Recently, I’ve found myself in a tea rut.  Every morning before work, I make myself a pot of the Georgian Village black tea I love from Tea Embassy, pour most of it into my travel mug, and drink the rest while I finish getting ready.  At work, I drink various Harney & Sons tea rut_fieldsachets by the cup because I find making pots of loose tea challenging at work.  And on weekends, I make a pot of some kind of flavored black tea and drink it through the morning, finishing it as iced tea if I don’t get through it all right away.

While this is not a bad routine, and I enjoy every cup of tea, I realized recently that I was completely stuck in a rut.  I hadn’t touched any of my oolong or green teas in ages, and hadn’t even sampled some Darjeeling tea a friend brought me from a trip to India.  I have a big cabinet full of teas, and yet I was reaching for the same ones over and over again.  Tea is such a comforting beverage, I think sometimes I get stuck on the soothing qualities of one particular tea, and then I forget to switch gears every once in a while.

Maybe it happens when there is a lot going on in my life, and tea becomes a safe harbor – the one thing that doesn’t change.  I think back to times of great upheaval in my life, and I know I’ve always had my tea to get me through.  It’s interesting to me, though, that in those times, I tend to drink exactly the same types of teas every day.  I know when I have a lot of change going on, I like to have at least one small thing that’s under my control, and I guess by keeping my tea routine “routine,” I can exert a modicum of control.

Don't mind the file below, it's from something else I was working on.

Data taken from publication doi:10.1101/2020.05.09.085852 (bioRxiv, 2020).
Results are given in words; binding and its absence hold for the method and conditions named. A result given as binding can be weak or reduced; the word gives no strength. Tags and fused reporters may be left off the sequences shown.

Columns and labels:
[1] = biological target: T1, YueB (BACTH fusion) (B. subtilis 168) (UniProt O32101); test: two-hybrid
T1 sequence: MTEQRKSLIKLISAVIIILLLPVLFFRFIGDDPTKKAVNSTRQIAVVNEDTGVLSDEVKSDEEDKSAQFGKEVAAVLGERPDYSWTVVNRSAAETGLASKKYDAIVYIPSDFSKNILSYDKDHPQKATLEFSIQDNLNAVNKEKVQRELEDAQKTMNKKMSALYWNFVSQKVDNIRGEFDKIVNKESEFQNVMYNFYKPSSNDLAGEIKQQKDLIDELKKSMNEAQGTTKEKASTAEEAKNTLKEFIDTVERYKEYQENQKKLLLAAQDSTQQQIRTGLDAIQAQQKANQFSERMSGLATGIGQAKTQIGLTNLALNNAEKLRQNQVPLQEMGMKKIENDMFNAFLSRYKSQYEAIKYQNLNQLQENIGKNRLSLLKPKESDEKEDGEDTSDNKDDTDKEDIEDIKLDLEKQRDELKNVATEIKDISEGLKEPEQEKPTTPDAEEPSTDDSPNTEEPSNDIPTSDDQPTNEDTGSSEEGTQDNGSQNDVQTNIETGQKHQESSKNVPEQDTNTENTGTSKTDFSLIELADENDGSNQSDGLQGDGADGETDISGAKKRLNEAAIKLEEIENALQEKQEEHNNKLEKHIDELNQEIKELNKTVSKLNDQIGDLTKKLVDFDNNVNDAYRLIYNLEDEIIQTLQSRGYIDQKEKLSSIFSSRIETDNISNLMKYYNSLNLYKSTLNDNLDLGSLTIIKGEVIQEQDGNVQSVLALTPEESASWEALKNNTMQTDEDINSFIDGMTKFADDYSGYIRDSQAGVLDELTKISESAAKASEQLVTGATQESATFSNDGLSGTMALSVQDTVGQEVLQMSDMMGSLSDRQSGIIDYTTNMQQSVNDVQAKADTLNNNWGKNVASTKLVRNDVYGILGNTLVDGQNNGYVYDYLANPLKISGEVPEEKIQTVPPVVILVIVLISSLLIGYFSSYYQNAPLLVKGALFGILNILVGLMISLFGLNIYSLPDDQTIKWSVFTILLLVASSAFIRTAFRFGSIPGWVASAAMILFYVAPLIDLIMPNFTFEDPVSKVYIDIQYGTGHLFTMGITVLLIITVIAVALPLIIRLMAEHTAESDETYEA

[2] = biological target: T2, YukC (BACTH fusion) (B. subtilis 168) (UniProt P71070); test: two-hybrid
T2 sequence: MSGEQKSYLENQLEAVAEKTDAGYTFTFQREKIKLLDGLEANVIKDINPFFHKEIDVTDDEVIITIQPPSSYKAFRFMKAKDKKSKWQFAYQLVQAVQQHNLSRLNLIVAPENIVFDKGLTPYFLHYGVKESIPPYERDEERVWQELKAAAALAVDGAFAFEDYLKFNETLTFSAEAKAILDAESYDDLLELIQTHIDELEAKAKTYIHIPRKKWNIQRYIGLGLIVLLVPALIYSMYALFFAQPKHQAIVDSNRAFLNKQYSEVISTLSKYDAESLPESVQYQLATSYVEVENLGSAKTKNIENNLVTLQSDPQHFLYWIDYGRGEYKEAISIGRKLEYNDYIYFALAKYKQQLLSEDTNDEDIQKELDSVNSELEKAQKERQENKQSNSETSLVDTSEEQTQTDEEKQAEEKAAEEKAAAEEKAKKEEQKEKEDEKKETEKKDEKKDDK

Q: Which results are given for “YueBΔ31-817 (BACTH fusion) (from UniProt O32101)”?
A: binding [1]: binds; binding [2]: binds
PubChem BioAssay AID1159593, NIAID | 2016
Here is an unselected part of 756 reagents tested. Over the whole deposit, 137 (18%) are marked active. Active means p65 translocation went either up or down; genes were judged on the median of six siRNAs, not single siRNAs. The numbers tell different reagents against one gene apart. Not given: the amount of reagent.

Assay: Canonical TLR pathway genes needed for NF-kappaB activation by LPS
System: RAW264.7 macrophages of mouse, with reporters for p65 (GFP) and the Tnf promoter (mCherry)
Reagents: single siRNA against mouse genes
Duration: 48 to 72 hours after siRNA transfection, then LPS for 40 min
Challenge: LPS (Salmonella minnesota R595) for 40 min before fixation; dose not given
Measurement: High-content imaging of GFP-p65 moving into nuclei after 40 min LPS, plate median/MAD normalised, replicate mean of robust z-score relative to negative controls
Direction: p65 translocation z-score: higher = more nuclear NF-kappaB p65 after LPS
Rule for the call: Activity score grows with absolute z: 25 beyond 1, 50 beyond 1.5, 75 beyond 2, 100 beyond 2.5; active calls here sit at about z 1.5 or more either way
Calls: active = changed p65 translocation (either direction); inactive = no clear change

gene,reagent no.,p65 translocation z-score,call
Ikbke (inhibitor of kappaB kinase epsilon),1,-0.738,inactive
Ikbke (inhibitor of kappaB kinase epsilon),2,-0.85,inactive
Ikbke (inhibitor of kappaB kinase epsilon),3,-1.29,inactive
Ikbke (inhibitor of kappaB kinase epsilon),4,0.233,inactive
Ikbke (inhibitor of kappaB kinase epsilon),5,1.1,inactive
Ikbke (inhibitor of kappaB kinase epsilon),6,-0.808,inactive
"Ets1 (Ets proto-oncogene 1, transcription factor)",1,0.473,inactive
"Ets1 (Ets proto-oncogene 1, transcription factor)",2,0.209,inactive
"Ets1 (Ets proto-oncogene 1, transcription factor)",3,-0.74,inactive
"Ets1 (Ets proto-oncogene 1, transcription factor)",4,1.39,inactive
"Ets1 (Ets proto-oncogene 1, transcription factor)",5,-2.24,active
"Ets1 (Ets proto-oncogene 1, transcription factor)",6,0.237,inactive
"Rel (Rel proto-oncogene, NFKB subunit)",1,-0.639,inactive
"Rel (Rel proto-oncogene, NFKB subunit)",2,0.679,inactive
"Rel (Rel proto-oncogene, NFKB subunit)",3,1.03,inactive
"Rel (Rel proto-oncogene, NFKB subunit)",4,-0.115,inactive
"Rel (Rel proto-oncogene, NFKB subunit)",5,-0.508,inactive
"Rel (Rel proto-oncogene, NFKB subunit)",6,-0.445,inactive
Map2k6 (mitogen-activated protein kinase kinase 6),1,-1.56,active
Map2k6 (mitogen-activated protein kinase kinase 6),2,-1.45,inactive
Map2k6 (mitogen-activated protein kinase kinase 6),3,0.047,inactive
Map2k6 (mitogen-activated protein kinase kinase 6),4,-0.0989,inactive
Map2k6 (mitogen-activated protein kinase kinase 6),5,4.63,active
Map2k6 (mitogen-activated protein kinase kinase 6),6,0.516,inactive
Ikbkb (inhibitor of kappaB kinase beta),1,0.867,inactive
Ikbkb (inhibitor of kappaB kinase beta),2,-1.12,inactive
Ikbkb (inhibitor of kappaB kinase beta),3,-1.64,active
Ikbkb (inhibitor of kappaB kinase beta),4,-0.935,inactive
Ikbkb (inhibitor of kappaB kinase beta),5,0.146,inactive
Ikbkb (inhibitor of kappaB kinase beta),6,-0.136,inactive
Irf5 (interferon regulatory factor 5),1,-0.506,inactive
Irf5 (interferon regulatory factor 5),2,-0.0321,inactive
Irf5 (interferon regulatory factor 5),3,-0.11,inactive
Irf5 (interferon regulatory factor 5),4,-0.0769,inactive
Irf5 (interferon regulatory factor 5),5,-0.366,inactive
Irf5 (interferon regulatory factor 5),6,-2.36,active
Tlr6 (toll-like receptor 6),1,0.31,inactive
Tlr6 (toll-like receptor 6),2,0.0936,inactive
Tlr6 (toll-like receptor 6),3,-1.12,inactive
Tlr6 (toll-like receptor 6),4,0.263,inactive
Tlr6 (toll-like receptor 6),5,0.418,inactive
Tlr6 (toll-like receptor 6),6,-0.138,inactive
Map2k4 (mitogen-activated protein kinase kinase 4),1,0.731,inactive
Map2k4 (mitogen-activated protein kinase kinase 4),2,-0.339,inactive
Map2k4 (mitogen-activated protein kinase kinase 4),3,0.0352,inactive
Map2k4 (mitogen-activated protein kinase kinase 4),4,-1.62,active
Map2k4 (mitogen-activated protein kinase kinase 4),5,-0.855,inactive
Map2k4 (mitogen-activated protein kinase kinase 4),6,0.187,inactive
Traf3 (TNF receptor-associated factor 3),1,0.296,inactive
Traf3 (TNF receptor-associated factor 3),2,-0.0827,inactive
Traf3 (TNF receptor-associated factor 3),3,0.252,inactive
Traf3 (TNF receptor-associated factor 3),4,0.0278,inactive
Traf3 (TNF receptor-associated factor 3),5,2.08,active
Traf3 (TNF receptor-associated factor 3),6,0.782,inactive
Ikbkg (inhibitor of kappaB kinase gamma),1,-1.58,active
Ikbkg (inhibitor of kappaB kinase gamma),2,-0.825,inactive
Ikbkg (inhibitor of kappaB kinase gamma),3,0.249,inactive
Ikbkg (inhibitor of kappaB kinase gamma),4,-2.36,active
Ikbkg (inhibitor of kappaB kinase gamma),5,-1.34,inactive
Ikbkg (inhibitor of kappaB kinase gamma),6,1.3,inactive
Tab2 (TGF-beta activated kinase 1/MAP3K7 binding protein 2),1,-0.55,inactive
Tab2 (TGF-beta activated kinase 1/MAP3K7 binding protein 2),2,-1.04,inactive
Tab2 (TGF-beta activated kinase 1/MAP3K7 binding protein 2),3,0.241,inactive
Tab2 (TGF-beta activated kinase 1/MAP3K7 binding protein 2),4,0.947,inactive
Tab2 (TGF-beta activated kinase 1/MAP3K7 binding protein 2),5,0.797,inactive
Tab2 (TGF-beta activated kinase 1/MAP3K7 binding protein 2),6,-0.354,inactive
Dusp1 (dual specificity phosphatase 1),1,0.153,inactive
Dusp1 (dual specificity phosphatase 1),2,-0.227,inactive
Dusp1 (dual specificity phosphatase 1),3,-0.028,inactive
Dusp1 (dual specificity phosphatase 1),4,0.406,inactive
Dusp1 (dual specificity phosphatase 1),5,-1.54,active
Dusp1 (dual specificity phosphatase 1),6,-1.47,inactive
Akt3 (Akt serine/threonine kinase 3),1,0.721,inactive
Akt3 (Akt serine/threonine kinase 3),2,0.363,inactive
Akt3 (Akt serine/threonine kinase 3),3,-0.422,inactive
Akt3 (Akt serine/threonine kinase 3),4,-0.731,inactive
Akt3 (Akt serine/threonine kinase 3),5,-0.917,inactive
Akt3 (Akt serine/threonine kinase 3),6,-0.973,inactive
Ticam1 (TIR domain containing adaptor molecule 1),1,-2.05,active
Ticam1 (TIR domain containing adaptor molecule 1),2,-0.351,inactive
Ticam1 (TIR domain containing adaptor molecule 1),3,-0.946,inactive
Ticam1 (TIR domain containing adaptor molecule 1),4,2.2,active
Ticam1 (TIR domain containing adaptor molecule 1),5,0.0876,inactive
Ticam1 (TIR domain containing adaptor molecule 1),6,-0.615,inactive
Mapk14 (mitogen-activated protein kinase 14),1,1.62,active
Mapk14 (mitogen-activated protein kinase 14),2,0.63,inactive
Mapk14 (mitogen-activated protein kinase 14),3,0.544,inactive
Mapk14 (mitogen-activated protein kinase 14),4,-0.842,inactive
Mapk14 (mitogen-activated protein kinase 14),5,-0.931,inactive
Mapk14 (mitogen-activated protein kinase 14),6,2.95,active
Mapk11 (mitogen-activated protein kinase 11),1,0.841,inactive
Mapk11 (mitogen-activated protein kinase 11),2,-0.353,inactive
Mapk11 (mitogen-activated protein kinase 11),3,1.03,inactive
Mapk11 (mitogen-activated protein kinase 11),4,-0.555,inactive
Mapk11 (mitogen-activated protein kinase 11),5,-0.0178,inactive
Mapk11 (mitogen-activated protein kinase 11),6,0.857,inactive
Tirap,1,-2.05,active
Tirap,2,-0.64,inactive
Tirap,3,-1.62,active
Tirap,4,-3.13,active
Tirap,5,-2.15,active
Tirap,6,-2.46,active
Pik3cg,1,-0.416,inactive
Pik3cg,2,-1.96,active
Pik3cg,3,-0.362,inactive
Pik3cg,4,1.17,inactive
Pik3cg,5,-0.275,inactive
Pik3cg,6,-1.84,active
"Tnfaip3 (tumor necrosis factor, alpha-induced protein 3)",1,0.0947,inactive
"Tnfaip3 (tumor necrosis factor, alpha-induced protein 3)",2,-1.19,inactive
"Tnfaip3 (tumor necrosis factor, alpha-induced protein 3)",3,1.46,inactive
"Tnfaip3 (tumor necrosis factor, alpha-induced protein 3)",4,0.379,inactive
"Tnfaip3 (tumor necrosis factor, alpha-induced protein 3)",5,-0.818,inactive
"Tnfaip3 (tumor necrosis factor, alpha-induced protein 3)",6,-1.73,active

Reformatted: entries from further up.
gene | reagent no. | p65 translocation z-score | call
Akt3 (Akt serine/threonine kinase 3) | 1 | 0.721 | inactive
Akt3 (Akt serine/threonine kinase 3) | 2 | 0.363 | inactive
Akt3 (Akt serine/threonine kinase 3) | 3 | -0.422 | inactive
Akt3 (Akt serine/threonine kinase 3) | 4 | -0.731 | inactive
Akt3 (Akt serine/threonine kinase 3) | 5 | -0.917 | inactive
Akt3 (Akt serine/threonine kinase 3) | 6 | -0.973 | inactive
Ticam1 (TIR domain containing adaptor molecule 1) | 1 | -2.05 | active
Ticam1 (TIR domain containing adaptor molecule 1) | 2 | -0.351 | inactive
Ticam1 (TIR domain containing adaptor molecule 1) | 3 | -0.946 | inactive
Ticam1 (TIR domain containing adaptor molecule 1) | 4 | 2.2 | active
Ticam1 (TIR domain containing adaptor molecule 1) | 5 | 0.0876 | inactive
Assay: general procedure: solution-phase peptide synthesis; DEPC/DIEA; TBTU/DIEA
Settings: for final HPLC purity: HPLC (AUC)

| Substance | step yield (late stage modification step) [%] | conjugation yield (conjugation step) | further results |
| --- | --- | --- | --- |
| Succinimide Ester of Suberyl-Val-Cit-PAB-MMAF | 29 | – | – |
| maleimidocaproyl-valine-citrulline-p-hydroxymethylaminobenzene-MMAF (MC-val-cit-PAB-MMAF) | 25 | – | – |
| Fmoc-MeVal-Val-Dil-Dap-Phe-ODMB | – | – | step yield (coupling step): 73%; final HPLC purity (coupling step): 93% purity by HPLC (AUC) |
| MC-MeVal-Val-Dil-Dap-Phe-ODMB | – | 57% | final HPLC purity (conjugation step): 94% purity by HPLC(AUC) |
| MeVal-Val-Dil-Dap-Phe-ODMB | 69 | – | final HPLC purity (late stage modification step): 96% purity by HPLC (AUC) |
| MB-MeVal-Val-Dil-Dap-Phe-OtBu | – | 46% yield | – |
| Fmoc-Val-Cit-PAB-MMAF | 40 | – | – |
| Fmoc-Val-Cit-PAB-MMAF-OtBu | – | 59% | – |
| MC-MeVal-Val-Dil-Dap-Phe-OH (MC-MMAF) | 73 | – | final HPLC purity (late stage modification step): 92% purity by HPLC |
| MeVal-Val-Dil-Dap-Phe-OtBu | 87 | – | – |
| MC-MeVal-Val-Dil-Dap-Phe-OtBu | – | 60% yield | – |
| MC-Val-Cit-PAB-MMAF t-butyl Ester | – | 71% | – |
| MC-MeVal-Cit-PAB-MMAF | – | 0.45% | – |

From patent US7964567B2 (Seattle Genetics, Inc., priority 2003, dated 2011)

Having realized this, however, I’ve vowed to keep my tea routine more fluid, changing among my favorites more often.  I made myself a pot of a wonderful charcoal-roasted Tung Ting oolong from Red Blossom Tea that felt an old friend.  I missed the complex flavor and roasted notes of this gorgeous oolong.  I even bought a lovely lemon-vanilla white tea from The Steeping Room the other day, and interrupted my weekend flavored black tea routine to fit it in.  It was a fresh, clean taste to welcome the warmer weather.

I’m going to try the Darjeeling tea my friend brought me, and incorporate it into my roster of teas.  And since it’s spring, I may even order some first flush Darjeelings for myself, because they are a treat I haven’t had in a long while.  So it’s like the old song says: “Make new friends, but keep the old … one is silver, but the other’s gold.”  I’ll make some new tea friends, but keep my old standbys on tap to keep myself grounded.

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